Tahoe Nugget #82:
Julia Bulette: Queen of Tarts
June 1, 2006
The day she died, the hard-rock miners of Virginia City cried a river of tears. The vicious strangling of 35-year-old Julia Bulette on January 20, 1867, stunned residents on the Comstock. Julia may have
been a prostitute, but that didn't stop the citizenry from organizing an impressive funeral for their favorite lady of the evening.
The Comstock boom was barely four years old when Bulette arrived in Virginia City in 1863, but the area was populated with thousands of young, single miners. The town had the busiest saloons in the West
where liquor flowed freely and the miner's boisterous behavior was legend.
Prostitution was the single largest occupation for women on the Comstock. At a time when laundry or domestic pay was less than $25 per month, many women turned to the sex trade in a desperate attempt to
pay their bills. Although some members in the community looked down on prostitution, the mere presence of women had a soothing effect upon the predominantly male society.
Julia Bulette lived and worked in a small frame house on D Street in Virginia City's red light district. In 1861, Nevada Territory had adopted the English Common law that deemed brothels public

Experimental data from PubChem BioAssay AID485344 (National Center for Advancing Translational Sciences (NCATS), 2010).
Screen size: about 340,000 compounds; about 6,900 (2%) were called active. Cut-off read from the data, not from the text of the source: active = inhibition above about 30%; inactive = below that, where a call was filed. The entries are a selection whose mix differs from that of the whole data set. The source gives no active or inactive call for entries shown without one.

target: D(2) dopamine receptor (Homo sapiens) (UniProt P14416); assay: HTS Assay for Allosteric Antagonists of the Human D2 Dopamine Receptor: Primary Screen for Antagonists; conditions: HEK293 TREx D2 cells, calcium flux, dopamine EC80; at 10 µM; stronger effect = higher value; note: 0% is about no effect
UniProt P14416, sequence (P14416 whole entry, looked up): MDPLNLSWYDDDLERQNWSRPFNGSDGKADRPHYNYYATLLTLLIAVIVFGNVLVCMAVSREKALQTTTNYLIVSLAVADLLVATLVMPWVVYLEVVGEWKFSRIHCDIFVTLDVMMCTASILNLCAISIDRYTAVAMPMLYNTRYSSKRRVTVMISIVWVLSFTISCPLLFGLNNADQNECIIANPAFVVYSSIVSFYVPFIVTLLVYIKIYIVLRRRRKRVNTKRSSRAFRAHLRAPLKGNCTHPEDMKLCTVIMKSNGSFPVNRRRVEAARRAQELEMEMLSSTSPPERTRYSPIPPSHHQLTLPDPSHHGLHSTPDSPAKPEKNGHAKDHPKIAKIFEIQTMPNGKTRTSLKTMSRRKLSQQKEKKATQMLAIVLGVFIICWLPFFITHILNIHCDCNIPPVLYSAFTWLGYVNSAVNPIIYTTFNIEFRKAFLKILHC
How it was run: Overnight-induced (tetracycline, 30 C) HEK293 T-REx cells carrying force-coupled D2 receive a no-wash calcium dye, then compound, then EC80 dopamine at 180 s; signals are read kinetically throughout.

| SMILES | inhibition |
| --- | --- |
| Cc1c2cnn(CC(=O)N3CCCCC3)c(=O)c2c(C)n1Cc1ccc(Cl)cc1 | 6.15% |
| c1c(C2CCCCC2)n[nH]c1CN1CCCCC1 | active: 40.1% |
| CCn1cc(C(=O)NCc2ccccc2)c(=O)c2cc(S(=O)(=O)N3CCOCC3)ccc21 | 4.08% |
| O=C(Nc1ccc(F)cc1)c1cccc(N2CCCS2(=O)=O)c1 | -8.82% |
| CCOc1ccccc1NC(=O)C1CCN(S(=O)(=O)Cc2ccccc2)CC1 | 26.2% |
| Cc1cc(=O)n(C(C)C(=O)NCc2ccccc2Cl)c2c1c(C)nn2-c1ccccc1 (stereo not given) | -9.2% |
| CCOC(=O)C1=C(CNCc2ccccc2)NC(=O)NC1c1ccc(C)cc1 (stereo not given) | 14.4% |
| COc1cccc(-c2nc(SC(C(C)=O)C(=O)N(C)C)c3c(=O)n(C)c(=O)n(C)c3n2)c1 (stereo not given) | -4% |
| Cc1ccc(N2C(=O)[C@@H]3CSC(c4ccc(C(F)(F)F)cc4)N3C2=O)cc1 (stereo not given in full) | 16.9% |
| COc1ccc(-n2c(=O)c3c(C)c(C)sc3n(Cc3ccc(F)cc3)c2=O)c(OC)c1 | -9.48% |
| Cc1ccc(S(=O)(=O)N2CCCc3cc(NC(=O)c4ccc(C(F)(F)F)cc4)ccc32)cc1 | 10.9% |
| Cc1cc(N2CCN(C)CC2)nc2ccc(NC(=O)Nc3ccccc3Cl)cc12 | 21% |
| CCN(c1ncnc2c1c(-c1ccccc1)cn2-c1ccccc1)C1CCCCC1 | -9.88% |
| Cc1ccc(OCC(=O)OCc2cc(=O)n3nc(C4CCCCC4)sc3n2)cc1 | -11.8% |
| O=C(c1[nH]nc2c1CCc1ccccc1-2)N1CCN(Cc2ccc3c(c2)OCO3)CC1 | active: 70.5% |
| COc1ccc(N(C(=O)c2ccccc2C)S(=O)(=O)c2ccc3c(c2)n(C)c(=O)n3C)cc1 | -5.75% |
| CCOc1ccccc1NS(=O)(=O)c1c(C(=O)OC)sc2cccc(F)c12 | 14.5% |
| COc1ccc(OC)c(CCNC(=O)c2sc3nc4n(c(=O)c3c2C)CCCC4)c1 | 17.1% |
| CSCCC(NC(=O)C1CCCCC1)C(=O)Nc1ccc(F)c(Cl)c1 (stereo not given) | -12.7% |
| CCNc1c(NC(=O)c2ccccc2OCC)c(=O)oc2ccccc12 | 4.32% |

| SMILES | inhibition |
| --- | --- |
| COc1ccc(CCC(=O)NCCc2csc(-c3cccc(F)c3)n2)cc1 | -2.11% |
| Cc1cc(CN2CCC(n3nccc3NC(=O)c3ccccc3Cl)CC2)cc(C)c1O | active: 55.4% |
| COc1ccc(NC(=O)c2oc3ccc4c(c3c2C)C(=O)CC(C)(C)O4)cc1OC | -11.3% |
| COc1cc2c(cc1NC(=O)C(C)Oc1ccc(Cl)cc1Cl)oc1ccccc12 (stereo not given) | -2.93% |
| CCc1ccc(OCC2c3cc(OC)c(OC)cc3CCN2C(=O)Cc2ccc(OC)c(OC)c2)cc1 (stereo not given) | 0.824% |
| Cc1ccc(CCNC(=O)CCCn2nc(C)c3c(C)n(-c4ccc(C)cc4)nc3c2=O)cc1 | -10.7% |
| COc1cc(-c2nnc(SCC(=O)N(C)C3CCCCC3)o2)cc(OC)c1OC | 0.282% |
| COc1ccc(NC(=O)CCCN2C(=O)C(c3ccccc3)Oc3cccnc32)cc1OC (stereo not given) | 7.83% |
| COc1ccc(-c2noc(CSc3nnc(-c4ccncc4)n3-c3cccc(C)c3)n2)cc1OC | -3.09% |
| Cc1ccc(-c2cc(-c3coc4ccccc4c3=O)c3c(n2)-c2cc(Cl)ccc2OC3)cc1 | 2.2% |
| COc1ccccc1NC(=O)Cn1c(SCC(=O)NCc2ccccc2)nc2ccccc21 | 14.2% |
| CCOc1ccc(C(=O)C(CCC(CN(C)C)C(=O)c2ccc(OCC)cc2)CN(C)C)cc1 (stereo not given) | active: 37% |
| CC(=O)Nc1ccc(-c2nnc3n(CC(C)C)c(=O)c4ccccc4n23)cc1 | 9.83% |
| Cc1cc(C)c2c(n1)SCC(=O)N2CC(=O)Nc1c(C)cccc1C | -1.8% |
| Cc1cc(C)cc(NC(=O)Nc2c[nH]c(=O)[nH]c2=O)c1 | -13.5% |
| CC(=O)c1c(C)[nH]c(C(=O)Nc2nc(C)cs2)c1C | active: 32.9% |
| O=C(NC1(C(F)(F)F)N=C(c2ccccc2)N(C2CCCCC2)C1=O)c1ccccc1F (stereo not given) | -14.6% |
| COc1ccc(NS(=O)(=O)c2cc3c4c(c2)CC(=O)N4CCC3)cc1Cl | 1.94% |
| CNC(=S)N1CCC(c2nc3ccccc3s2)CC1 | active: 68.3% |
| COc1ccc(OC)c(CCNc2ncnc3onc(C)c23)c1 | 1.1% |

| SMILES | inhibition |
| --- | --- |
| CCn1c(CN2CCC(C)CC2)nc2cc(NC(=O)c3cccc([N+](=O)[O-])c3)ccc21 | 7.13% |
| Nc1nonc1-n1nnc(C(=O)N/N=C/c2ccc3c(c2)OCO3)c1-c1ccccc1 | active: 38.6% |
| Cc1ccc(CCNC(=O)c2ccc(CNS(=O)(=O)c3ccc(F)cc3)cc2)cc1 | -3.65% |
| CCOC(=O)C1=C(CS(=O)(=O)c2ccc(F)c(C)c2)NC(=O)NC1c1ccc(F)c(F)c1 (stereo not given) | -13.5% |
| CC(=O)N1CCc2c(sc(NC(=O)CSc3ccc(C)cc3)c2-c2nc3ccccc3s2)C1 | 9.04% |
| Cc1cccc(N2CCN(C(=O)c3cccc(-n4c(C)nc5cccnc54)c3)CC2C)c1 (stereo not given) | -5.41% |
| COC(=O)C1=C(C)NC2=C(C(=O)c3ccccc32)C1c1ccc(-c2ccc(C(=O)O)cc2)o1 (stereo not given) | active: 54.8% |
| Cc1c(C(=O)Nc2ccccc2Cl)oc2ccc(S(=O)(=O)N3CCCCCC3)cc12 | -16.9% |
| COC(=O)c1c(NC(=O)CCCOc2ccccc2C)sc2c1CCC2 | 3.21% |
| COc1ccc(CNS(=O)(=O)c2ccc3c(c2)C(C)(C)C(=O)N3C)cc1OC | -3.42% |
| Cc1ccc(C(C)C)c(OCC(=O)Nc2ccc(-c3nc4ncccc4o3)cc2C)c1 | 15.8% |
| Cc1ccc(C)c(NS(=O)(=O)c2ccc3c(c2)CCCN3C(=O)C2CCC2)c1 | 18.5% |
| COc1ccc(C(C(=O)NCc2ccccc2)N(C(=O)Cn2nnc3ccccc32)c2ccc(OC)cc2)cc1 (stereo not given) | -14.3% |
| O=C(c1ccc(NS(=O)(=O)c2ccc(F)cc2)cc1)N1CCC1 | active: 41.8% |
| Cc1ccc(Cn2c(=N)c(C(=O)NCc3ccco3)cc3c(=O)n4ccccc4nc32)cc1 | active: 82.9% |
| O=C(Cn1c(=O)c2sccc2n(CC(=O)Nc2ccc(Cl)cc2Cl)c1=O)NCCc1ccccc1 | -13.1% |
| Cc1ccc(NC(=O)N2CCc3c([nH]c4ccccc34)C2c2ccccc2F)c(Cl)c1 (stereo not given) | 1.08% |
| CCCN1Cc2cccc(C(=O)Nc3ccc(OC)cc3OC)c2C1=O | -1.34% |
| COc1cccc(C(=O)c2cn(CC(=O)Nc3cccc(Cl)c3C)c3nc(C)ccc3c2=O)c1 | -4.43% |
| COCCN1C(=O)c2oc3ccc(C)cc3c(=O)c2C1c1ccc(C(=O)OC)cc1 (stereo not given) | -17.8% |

nuisances but not illegal. Although her cottage was small, Julia decorated it tastefully. For her customer's enjoyment she stocked a small bar with whiskey, port, claret and rum.
Bulette's reputation as an "accommodating woman" grew over time. Testament to her acceptance by many men in the community was her successful election as an honorary member of the Virginia
Fire Company No. 1 "in return for numerous favors and munificent gifts bestowed by her upon the company." Fire Co. No. 1 was comprised of the city's elite firefighters, energetic men who thrilled to
the excitement and exertion inherent in fighting dangerous fires.
Virginia City was built of wood and perched on a wind-swept mountainside. Sparks from wood burning stoves frequently set the city on fire. To protect the town, Fire Company No. 1 was equipped with one of
the most powerful engines on the Pacific Coast. It carried 600 hundred feet of hose and was manned by 65 men. When the brave men of Company 1 were on the scene fighting a fire, Julia Bulette could often be found
working the brakes of the hand-cart engines.
On January 19, 1867, Julia Bulette dressed and went to see a performance at Piper's Opera House. Prostitutes were required to sit in a special viewing box with the curtains tightly closed so the
"proper ladies" in town did not have to see the "working girls." As the story goes, when Ms. Bulette refused to sit in the section reserved for women of the red light district, she was escorted
out of the theater and returned home to enjoy a late dinner.
The following morning when Julia's next-door neighbor Gertrude Holmes brought her Sunday breakfast, she found Bulette brutally murdered. She had been struck with a pistol, bludgeoned with a piece of
firewood and strangled. Most of her costume jewelry and fancy dresses were missing. The town was shocked by the violent act, and the citizenry demanded a prompt search for the killer. The Gold Hill Evening News